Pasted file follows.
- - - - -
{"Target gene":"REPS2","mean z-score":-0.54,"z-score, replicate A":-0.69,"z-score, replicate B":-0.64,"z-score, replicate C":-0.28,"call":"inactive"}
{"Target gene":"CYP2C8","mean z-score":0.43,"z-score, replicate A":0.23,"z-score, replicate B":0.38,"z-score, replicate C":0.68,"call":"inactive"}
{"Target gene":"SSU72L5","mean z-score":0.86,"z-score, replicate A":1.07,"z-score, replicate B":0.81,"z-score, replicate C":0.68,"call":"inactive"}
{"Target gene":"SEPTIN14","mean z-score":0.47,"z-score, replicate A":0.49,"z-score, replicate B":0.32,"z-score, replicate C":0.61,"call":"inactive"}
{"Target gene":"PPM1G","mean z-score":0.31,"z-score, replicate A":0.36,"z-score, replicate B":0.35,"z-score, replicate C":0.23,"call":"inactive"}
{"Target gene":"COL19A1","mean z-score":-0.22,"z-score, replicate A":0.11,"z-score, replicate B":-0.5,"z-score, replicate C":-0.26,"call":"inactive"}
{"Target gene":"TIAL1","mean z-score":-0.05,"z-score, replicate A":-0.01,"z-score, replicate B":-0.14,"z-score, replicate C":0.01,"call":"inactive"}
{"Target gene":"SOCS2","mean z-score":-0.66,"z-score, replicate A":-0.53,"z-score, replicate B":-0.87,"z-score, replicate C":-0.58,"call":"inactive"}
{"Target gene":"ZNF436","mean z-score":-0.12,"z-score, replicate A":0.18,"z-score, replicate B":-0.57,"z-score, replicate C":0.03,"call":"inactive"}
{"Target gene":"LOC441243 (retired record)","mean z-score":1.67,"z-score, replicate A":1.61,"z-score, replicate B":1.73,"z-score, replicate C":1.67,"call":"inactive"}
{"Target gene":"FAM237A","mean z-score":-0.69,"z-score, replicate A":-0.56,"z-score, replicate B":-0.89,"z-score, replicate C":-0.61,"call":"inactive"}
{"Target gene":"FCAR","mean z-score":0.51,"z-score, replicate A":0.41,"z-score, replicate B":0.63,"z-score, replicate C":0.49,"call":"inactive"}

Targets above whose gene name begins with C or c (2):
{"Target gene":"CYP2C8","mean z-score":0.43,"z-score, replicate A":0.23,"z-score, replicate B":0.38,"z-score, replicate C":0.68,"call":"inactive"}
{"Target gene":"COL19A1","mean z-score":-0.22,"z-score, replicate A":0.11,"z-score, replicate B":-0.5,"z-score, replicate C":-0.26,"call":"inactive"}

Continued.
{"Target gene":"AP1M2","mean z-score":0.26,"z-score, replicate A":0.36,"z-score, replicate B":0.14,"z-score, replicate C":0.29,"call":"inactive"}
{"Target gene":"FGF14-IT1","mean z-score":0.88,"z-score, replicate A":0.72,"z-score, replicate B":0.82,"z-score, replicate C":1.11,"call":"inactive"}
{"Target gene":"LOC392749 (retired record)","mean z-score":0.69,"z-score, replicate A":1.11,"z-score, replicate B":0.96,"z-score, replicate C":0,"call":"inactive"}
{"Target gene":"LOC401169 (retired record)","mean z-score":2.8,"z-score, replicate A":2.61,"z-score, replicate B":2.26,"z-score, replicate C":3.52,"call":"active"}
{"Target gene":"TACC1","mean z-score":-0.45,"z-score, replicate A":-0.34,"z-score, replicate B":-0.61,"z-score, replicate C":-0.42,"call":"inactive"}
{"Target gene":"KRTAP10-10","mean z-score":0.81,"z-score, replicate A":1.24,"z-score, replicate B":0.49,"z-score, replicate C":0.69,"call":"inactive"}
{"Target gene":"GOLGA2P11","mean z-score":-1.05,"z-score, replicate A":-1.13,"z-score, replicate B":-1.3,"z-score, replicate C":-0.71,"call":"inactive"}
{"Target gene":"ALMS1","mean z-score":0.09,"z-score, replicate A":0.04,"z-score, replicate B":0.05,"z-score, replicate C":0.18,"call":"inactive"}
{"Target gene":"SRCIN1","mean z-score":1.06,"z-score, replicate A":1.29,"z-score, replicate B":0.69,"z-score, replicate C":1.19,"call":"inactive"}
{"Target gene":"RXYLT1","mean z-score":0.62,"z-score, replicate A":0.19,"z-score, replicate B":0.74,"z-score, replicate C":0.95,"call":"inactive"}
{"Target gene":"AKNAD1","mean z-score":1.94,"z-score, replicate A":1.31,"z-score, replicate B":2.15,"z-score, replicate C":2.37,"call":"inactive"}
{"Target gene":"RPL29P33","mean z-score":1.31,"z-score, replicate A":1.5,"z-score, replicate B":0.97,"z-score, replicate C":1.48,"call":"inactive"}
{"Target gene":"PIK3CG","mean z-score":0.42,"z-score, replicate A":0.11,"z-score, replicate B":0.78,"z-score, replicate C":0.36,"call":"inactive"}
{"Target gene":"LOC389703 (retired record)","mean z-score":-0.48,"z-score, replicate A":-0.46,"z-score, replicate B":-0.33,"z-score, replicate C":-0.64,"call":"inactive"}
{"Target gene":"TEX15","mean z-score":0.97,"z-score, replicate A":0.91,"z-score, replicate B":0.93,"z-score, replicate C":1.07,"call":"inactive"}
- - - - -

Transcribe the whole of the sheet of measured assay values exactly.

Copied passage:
{"Target gene":"REPS2","mean z-score":-0.54,"z-score, replicate A":-0.69,"z-score, replicate B":-0.64,"z-score, replicate C":-0.28,"call":"inactive"}
{"Target gene":"CYP2C8","mean z-score":0.43,"z-score, replicate A":0.23,"z-score, replicate B":0.38,"z-score, replicate C":0.68,"call":"inactive"}
{"Target gene":"SSU72L5","mean z-score":0.86,"z-score, replicate A":1.07,"z-score, replicate B":0.81,"z-score, replicate C":0.68,"call":"inactive"}
{"Target gene":"SEPTIN14","mean z-score":0.47,"z-score, replicate A":0.49,"z-score, replicate B":0.32,"z-score, replicate C":0.61,"call":"inactive"}
{"Target gene":"PPM1G","mean z-score":0.31,"z-score, replicate A":0.36,"z-score, replicate B":0.35,"z-score, replicate C":0.23,"call":"inactive"}
{"Target gene":"COL19A1","mean z-score":-0.22,"z-score, replicate A":0.11,"z-score, replicate B":-0.5,"z-score, replicate C":-0.26,"call":"inactive"}
{"Target gene":"TIAL1","mean z-score":-0.05,"z-score, replicate A":-0.01,"z-score, replicate B":-0.14,"z-score, replicate C":0.01,"call":"inactive"}
{"Target gene":"SOCS2","mean z-score":-0.66,"z-score, replicate A":-0.53,"z-score, replicate B":-0.87,"z-score, replicate C":-0.58,"call":"inactive"}
{"Target gene":"ZNF436","mean z-score":-0.12,"z-score, replicate A":0.18,"z-score, replicate B":-0.57,"z-score, replicate C":0.03,"call":"inactive"}
{"Target gene":"LOC441243 (retired record)","mean z-score":1.67,"z-score, replicate A":1.61,"z-score, replicate B":1.73,"z-score, replicate C":1.67,"call":"inactive"}
{"Target gene":"FAM237A","mean z-score":-0.69,"z-score, replicate A":-0.56,"z-score, replicate B":-0.89,"z-score, replicate C":-0.61,"call":"inactive"}
{"Target gene":"FCAR","mean z-score":0.51,"z-score, replicate A":0.41,"z-score, replicate B":0.63,"z-score, replicate C":0.49,"call":"inactive"}

Targets above whose gene name begins with C or c (2):
{"Target gene":"CYP2C8","mean z-score":0.43,"z-score, replicate A":0.23,"z-score, replicate B":0.38,"z-score, replicate C":0.68,"call":"inactive"}
{"Target gene":"COL19A1","mean z-score":-0.22,"z-score, replicate A":0.11,"z-score, replicate B":-0.5,"z-score, replicate C":-0.26,"call":"inactive"}

Continued.
{"Target gene":"AP1M2","mean z-score":0.26,"z-score, replicate A":0.36,"z-score, replicate B":0.14,"z-score, replicate C":0.29,"call":"inactive"}
{"Target gene":"FGF14-IT1","mean z-score":0.88,"z-score, replicate A":0.72,"z-score, replicate B":0.82,"z-score, replicate C":1.11,"call":"inactive"}
{"Target gene":"LOC392749 (retired record)","mean z-score":0.69,"z-score, replicate A":1.11,"z-score, replicate B":0.96,"z-score, replicate C":0,"call":"inactive"}
{"Target gene":"LOC401169 (retired record)","mean z-score":2.8,"z-score, replicate A":2.61,"z-score, replicate B":2.26,"z-score, replicate C":3.52,"call":"active"}
{"Target gene":"TACC1","mean z-score":-0.45,"z-score, replicate A":-0.34,"z-score, replicate B":-0.61,"z-score, replicate C":-0.42,"call":"inactive"}
{"Target gene":"KRTAP10-10","mean z-score":0.81,"z-score, replicate A":1.24,"z-score, replicate B":0.49,"z-score, replicate C":0.69,"call":"inactive"}
{"Target gene":"GOLGA2P11","mean z-score":-1.05,"z-score, replicate A":-1.13,"z-score, replicate B":-1.3,"z-score, replicate C":-0.71,"call":"inactive"}
{"Target gene":"ALMS1","mean z-score":0.09,"z-score, replicate A":0.04,"z-score, replicate B":0.05,"z-score, replicate C":0.18,"call":"inactive"}
{"Target gene":"SRCIN1","mean z-score":1.06,"z-score, replicate A":1.29,"z-score, replicate B":0.69,"z-score, replicate C":1.19,"call":"inactive"}
{"Target gene":"RXYLT1","mean z-score":0.62,"z-score, replicate A":0.19,"z-score, replicate B":0.74,"z-score, replicate C":0.95,"call":"inactive"}
{"Target gene":"AKNAD1","mean z-score":1.94,"z-score, replicate A":1.31,"z-score, replicate B":2.15,"z-score, replicate C":2.37,"call":"inactive"}
{"Target gene":"RPL29P33","mean z-score":1.31,"z-score, replicate A":1.5,"z-score, replicate B":0.97,"z-score, replicate C":1.48,"call":"inactive"}
{"Target gene":"PIK3CG","mean z-score":0.42,"z-score, replicate A":0.11,"z-score, replicate B":0.78,"z-score, replicate C":0.36,"call":"inactive"}
{"Target gene":"LOC389703 (retired record)","mean z-score":-0.48,"z-score, replicate A":-0.46,"z-score, replicate B":-0.33,"z-score, replicate C":-0.64,"call":"inactive"}
{"Target gene":"TEX15","mean z-score":0.97,"z-score, replicate A":0.91,"z-score, replicate B":0.93,"z-score, replicate C":1.07,"call":"inactive"}